Preprint Article Version 1 This version is not peer-reviewed

Genetic Optimization Algorithm for Metabolic Engineering Revisited

Version 1 : Received: 27 March 2018 / Approved: 27 March 2018 / Online: 27 March 2018 (05:55:32 CEST)

A peer-reviewed article of this Preprint also exists.

Alter, T.B.; Blank, L.M.; Ebert, B.E. Genetic Optimization Algorithm for Metabolic Engineering Revisited. Metabolites 2018, 8, 33. Alter, T.B.; Blank, L.M.; Ebert, B.E. Genetic Optimization Algorithm for Metabolic Engineering Revisited. Metabolites 2018, 8, 33.

Journal reference: Metabolites 2018, 8, 33
DOI: 10.3390/metabo8020033

Abstract

To date, several independent methods and algorithms exist exploiting constraint-based stoichiometric models to find metabolic engineering strategies that optimize microbial production performance. Optimization procedures based on metaheuristics facilitate a straightforward adaption and expansion of engineering objectives as well as fitness functions, while being particularly suited for solving problems of high complexity. With the increasing interest in multi-scale models and a need for solving advanced engineering problems, we strive to advance genetic algorithms, which stand out due to their intuitive optimization principles and proven usefulness in this field of research. A drawback of genetic algorithms is that premature convergence to sub-optimal solutions easily occurs if the optimization parameters are not adapted to the specific problem. Here, we conducted comprehensive parameter sensitivity analyses to study their impact on finding optimal strain designs. We further demonstrate the capability of genetic algorithms to simultaneously handle (i) multiple, non-linear engineering objectives, (ii) the identification of gene target-sets according to logical gene-protein-reaction associations, (iii) minimization of the number of network perturbations, and (iv) the insertion of non-native reactions, while employing genome-scale metabolic models. This framework adds a level of sophistication in terms of strain design robustness, which is exemplarily tested on succinate overproduction in Escherichia coli.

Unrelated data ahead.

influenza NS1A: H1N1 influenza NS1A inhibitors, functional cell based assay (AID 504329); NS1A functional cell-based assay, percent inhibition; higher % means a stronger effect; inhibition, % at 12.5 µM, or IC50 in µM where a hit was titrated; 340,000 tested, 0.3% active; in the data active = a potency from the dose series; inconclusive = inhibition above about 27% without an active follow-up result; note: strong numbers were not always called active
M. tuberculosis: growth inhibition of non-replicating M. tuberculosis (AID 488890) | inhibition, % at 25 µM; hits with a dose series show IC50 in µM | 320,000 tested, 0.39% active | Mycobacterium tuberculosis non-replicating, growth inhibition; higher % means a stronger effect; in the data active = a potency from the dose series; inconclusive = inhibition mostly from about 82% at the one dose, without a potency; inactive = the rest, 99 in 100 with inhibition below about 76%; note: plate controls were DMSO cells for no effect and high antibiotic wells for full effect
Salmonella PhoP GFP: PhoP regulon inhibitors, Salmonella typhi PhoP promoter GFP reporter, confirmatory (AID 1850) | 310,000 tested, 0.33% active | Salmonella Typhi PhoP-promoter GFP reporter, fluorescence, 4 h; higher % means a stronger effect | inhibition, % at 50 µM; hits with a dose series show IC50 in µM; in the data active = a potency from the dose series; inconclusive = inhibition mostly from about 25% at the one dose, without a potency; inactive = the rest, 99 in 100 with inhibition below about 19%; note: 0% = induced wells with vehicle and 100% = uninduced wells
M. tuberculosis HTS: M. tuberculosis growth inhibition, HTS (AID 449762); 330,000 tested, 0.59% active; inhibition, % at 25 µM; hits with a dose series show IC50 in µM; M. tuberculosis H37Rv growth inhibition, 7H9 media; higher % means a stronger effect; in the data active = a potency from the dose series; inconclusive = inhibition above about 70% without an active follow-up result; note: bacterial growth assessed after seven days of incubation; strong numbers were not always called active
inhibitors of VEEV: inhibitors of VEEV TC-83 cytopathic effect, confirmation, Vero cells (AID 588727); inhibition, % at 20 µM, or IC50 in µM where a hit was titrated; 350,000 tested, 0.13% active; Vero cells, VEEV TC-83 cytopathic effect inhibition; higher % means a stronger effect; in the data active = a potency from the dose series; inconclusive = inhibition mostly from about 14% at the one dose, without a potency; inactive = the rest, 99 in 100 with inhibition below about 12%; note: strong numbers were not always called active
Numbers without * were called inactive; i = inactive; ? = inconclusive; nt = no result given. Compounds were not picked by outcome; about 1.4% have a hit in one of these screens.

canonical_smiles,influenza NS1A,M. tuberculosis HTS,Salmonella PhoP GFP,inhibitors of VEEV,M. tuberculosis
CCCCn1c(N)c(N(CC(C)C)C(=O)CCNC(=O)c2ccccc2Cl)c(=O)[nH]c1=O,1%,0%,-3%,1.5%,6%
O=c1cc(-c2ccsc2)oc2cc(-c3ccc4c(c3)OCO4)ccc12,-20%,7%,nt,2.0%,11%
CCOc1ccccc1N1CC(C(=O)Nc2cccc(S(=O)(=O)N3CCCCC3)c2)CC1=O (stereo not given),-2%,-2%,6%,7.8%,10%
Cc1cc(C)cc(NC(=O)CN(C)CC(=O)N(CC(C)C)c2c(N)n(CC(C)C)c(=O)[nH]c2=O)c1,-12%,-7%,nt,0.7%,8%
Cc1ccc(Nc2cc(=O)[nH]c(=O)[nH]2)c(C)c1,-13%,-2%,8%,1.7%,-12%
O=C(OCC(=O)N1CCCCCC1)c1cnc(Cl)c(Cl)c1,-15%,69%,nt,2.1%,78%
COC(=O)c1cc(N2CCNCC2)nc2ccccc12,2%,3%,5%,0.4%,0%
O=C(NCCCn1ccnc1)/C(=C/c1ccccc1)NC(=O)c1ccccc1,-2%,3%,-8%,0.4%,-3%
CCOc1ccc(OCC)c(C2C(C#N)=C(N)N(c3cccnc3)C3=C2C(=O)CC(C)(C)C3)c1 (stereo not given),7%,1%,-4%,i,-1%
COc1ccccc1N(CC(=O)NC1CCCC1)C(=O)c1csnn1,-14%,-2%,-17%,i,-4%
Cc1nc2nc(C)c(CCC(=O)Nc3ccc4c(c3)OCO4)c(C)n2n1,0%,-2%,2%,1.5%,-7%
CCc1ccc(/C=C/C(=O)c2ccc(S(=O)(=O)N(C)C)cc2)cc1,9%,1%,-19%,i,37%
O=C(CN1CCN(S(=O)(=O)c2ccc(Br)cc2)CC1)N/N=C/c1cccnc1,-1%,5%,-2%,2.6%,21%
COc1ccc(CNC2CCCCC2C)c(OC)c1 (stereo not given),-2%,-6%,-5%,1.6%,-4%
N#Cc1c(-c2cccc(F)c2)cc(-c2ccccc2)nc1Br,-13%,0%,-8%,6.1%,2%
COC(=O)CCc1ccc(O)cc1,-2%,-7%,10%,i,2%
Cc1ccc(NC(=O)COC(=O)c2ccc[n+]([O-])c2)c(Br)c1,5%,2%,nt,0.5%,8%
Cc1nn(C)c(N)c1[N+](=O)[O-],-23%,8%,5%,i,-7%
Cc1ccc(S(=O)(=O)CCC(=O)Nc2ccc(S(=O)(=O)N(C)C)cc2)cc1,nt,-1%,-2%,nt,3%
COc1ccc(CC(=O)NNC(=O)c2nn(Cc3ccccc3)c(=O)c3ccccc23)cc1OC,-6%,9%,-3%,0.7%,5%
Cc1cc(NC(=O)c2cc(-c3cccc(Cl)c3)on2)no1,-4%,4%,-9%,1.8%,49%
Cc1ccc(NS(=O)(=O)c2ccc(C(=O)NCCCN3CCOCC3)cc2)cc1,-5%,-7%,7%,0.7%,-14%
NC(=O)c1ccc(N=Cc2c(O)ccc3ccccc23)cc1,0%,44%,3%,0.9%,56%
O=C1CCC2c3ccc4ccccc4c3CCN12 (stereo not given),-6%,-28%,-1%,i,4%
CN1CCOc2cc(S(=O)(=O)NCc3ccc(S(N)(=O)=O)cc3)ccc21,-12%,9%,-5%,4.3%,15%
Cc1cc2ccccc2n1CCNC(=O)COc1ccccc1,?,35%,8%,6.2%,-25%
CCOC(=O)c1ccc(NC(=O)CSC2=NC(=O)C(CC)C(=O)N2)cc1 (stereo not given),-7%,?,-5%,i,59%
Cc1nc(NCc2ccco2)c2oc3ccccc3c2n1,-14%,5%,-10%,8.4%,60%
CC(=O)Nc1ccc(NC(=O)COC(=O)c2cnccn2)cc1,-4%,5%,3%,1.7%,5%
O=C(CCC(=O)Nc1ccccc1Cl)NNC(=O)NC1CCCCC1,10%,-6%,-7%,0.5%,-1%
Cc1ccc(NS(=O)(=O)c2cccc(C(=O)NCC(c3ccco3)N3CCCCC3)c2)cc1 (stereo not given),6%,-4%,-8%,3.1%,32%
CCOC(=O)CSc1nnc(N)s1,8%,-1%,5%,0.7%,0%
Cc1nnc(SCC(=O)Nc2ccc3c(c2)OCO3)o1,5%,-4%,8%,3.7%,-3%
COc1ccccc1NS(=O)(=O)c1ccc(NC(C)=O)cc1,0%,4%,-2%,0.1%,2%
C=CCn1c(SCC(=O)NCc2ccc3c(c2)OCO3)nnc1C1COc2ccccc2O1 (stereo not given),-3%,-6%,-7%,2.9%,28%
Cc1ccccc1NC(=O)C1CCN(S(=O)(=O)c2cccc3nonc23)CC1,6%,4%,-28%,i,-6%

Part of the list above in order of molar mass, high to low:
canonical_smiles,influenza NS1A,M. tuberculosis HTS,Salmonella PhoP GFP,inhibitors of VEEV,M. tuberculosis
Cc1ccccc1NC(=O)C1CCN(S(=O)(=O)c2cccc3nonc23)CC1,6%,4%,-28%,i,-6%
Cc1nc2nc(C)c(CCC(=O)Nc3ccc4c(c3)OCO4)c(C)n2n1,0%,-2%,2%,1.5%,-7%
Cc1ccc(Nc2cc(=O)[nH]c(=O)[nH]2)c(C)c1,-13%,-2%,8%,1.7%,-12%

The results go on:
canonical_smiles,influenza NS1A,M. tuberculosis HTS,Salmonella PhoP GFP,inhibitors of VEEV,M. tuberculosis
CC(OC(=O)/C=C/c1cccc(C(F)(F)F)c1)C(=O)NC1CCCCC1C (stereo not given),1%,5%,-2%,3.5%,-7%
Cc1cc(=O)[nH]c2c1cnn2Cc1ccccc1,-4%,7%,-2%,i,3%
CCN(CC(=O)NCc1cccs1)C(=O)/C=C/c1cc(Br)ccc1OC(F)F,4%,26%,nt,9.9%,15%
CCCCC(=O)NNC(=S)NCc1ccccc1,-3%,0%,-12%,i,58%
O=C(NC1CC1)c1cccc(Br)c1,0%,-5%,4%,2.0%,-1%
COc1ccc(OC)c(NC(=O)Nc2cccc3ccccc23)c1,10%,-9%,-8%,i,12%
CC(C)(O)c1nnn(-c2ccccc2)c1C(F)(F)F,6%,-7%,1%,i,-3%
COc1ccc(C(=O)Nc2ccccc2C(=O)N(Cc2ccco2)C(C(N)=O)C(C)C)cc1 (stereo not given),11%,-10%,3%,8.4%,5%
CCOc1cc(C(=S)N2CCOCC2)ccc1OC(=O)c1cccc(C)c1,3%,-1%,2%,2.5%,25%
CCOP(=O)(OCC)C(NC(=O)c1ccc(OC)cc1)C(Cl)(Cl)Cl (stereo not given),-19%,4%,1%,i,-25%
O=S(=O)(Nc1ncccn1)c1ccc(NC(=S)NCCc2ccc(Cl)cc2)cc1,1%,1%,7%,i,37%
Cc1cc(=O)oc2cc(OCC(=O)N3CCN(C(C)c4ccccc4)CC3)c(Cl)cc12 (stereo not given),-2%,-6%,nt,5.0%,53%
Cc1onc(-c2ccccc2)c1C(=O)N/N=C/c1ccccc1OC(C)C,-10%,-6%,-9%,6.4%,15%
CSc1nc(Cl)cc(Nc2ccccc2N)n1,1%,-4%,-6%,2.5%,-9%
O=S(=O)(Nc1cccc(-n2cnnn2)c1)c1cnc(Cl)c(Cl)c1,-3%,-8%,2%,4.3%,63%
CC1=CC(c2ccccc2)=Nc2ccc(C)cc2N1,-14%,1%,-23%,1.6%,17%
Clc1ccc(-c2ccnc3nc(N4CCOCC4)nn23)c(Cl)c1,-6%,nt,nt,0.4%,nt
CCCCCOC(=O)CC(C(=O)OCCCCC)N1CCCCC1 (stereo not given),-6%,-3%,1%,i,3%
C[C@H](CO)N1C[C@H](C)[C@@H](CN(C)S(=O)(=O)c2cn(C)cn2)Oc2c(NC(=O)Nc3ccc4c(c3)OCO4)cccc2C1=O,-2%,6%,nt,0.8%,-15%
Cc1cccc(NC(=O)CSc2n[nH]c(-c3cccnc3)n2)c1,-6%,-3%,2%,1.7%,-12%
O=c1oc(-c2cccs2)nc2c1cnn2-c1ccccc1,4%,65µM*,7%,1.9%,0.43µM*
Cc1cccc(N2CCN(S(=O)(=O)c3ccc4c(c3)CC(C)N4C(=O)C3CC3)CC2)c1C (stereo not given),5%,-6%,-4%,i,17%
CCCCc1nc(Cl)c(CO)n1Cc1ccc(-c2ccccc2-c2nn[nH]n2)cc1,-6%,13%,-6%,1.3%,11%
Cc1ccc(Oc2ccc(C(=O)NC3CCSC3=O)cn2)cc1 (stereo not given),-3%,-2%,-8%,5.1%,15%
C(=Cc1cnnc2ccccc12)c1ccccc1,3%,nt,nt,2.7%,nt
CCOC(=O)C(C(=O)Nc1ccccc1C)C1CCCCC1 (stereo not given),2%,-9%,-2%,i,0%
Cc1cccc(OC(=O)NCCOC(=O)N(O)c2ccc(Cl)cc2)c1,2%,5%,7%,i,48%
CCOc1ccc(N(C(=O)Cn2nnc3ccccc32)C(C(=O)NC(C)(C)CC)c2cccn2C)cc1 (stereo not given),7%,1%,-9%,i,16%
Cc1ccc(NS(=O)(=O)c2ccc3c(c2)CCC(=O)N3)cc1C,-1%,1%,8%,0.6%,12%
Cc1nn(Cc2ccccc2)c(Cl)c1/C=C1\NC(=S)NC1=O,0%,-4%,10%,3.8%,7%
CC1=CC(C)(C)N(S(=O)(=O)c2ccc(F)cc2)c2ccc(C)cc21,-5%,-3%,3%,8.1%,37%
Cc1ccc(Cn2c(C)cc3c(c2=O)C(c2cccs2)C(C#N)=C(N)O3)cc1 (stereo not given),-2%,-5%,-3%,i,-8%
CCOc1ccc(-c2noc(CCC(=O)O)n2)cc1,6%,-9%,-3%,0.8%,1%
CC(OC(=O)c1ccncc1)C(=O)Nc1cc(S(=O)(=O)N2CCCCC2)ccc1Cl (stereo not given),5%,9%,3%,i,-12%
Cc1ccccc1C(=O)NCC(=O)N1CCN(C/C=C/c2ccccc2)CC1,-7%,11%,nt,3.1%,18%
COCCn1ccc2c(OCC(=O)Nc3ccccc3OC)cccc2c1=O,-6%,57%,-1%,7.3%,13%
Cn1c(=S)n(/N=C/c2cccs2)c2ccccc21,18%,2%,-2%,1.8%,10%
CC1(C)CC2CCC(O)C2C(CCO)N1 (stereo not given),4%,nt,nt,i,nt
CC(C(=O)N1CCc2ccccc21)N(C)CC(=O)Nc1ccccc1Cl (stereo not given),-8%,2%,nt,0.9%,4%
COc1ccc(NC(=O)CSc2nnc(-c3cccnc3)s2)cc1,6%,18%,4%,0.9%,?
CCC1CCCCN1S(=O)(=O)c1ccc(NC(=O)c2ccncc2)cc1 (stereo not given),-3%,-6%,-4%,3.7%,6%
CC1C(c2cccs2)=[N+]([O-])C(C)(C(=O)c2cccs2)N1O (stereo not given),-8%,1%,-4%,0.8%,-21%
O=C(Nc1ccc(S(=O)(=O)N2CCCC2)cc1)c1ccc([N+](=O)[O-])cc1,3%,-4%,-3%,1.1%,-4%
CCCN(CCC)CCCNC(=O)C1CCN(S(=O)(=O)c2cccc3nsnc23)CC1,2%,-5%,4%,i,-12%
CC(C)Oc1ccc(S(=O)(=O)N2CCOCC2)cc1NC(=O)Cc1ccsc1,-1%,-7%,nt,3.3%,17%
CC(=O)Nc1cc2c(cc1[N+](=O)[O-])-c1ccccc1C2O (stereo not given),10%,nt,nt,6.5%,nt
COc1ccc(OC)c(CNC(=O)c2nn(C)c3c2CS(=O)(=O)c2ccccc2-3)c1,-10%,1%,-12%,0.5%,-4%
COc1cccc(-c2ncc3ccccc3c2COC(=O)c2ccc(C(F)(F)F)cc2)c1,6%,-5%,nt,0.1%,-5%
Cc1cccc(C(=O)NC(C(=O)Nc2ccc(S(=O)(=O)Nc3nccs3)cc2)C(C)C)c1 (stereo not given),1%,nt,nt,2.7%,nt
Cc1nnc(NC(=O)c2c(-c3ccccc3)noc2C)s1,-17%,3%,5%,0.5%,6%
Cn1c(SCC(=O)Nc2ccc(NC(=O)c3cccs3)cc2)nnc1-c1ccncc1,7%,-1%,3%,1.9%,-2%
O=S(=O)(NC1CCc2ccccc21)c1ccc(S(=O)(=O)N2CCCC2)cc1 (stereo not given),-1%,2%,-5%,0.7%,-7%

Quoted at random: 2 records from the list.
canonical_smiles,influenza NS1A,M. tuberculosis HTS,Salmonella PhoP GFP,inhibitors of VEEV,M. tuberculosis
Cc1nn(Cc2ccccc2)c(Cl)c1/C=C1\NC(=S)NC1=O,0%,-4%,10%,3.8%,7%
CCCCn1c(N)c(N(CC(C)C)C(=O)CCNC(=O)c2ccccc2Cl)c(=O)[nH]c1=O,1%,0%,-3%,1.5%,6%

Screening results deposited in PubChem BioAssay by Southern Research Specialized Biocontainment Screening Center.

Subject Areas

metabolic strain design; heuristic optimization; constraint-based modeling

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